Final Draft 6 - 1 The Soldier and his Psyche 21104987 In...

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The Soldier and his Psyche In Apocalypse Now , Francis Coppola ingeniously portrays the impact of the Vietnam War on the psyche of the American Soldier. Apocalypse Now is not a factual film – it does not depict any actual events that occurred during the long history of American involvement in the Vietnam War. It is, however, an authentic film – one that underscores the brutal, hollow, and surreal aspects of the war as experienced by the soldiers who participated. Coppola deliberately avoids identifying and blaming an explicit adversary; instead, he intimates that war itself is the enemy. On the face of it, Apocalypse Now is a film about Captain Willard – a soldier who was just re-deployed – and his mission to find and kill a rogue American Colonel who has established his own fiefdom in a jungle in Southeast Asia during the Vietnam War. On a deeper level, Willard’s journey into the darkness of the jungle is symbolic of an emerging consciousness about the capacities of man for evil and monstrous acts. It is a nighttime journey during which Captain Willard makes discoveries about himself, his relations to good and evil, and about the misery that the West and the Vietnamese inflict on each other. Willard is introduced upon returning from his first tour in Vietnam. The question of his sanity instantly comes into question in the opening hotel room scene. His excessive drinking and crude lifestyle establishes the theme of a man tormented by his experiences. He reveals, through his narrative, how darkness lurks beneath the surface of even the most “civilized” person. This scene intensely illuminates war’s capacity to significantly change a soldier’s psyche. 1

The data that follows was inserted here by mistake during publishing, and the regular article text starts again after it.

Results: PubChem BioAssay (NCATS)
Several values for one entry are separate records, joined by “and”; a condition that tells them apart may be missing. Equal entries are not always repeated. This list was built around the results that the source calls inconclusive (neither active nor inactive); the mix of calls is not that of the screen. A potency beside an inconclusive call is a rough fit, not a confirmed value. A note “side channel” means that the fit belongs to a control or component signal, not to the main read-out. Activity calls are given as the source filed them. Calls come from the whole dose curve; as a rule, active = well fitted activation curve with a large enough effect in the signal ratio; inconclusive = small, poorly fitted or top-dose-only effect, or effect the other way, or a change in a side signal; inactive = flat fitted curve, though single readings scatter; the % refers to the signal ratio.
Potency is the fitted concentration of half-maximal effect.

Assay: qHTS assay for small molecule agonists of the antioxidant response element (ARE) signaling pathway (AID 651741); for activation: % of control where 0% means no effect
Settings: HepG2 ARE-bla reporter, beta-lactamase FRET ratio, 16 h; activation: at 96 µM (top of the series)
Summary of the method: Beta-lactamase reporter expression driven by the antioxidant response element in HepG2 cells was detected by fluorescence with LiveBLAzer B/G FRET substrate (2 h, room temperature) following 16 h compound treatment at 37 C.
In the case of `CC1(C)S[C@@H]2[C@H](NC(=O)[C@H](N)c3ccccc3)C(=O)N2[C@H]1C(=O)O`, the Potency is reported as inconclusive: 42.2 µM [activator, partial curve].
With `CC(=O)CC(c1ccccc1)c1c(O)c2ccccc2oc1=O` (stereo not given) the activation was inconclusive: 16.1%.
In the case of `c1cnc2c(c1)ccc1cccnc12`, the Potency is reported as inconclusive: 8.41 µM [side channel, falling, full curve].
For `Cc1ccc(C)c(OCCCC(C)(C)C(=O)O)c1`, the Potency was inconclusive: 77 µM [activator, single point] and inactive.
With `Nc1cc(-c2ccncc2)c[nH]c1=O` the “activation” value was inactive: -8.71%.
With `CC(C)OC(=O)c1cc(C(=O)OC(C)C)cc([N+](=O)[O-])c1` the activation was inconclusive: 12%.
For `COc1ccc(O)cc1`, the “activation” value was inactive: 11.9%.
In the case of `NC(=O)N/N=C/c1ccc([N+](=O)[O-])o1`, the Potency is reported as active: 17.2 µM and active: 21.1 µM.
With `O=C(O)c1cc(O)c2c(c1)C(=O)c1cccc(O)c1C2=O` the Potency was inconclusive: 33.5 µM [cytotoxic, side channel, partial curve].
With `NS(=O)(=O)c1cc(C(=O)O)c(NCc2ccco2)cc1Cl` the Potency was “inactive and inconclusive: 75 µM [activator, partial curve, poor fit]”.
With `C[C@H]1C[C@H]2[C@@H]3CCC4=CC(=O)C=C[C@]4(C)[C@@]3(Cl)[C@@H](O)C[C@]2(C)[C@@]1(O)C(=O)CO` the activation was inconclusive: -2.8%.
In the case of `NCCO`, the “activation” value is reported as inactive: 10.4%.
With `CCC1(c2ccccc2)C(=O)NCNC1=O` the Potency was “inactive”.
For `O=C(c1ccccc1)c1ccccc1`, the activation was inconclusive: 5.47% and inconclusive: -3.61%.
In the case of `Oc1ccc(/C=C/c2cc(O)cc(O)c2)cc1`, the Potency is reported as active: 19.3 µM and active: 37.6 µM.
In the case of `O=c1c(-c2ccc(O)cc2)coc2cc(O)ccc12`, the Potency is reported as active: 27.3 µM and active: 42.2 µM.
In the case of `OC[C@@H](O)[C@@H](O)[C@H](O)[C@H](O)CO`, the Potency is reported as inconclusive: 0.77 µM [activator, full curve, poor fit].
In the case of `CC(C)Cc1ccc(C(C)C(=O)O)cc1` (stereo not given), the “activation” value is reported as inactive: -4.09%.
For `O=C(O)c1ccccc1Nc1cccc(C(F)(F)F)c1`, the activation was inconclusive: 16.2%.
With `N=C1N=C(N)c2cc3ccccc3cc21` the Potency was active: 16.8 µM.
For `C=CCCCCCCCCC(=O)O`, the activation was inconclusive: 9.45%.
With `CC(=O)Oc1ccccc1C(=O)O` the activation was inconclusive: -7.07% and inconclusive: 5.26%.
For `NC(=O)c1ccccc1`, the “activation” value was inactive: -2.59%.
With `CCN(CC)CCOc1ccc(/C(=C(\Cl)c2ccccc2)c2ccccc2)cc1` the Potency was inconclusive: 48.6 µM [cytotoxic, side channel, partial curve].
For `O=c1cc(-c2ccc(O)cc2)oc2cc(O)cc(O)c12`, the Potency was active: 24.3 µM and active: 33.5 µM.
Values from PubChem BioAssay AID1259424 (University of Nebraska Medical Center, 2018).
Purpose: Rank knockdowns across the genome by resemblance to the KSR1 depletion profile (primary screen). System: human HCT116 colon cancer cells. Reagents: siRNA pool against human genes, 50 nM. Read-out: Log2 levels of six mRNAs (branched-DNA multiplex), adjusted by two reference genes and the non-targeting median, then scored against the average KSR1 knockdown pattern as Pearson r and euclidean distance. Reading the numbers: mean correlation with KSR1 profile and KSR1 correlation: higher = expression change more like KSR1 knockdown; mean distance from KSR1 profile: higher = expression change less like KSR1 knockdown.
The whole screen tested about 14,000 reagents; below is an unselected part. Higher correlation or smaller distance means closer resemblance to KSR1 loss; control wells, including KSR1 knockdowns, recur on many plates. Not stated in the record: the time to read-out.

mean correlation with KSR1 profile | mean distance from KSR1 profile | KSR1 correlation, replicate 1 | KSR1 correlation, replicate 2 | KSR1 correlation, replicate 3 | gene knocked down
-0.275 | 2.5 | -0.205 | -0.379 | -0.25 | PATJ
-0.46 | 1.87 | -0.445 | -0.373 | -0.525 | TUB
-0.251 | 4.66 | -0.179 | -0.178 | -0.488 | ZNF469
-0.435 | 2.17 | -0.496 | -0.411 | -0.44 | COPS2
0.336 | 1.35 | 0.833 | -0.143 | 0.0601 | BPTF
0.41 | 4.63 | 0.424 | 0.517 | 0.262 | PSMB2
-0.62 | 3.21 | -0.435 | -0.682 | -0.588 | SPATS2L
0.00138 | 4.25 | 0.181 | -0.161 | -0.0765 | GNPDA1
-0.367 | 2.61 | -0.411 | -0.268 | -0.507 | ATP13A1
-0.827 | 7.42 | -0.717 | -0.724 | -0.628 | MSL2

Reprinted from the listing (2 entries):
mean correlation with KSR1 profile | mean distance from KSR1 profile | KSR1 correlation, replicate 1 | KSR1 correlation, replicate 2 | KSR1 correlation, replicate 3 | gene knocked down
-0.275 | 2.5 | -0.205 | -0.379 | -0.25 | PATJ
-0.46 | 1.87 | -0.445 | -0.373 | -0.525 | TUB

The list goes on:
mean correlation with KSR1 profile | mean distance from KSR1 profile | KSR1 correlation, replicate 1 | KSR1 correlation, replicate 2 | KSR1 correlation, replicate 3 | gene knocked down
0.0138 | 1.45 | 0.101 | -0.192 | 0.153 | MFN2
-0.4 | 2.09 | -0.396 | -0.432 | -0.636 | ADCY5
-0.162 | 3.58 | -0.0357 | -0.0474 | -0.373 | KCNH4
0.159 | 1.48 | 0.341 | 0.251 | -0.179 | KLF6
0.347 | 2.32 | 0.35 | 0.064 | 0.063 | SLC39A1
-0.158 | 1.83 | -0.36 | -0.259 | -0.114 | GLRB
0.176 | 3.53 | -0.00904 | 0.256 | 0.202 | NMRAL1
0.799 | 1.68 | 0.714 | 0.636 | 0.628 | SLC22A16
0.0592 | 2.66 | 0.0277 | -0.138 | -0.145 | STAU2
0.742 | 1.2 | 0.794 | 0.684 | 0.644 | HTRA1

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Colonel Kurtz, the target of Captain Willard’s mission, represents the lust for wealth and power that ravaged Vietnam during the 1960’s. Kurtz attempts to conceal this rapacity under the guise of idealism and progress. His consciousness is hidden by a dark shadow that covers his face during many of his scenes. Coppola employs this shadow so the viewer will perceive how war has affected Kurtz’s mind. Wherever he goes, he is followed by this dark void – a void that was created because of his deeds and schemes during wartime. The true horror of the story lies neither in the mechanisms of exploitation and repression, nor in Kurtz’s degeneration and ultimate despair: it lies in Willard’s growing realization that he too is capable of undergoing the same moral erosion that destroyed Kurtz. Willard is painfully aware of the savagery pulsating behind the most civilized façade.
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Final Draft 6 - 1 The Soldier and his Psyche 21104987 In...

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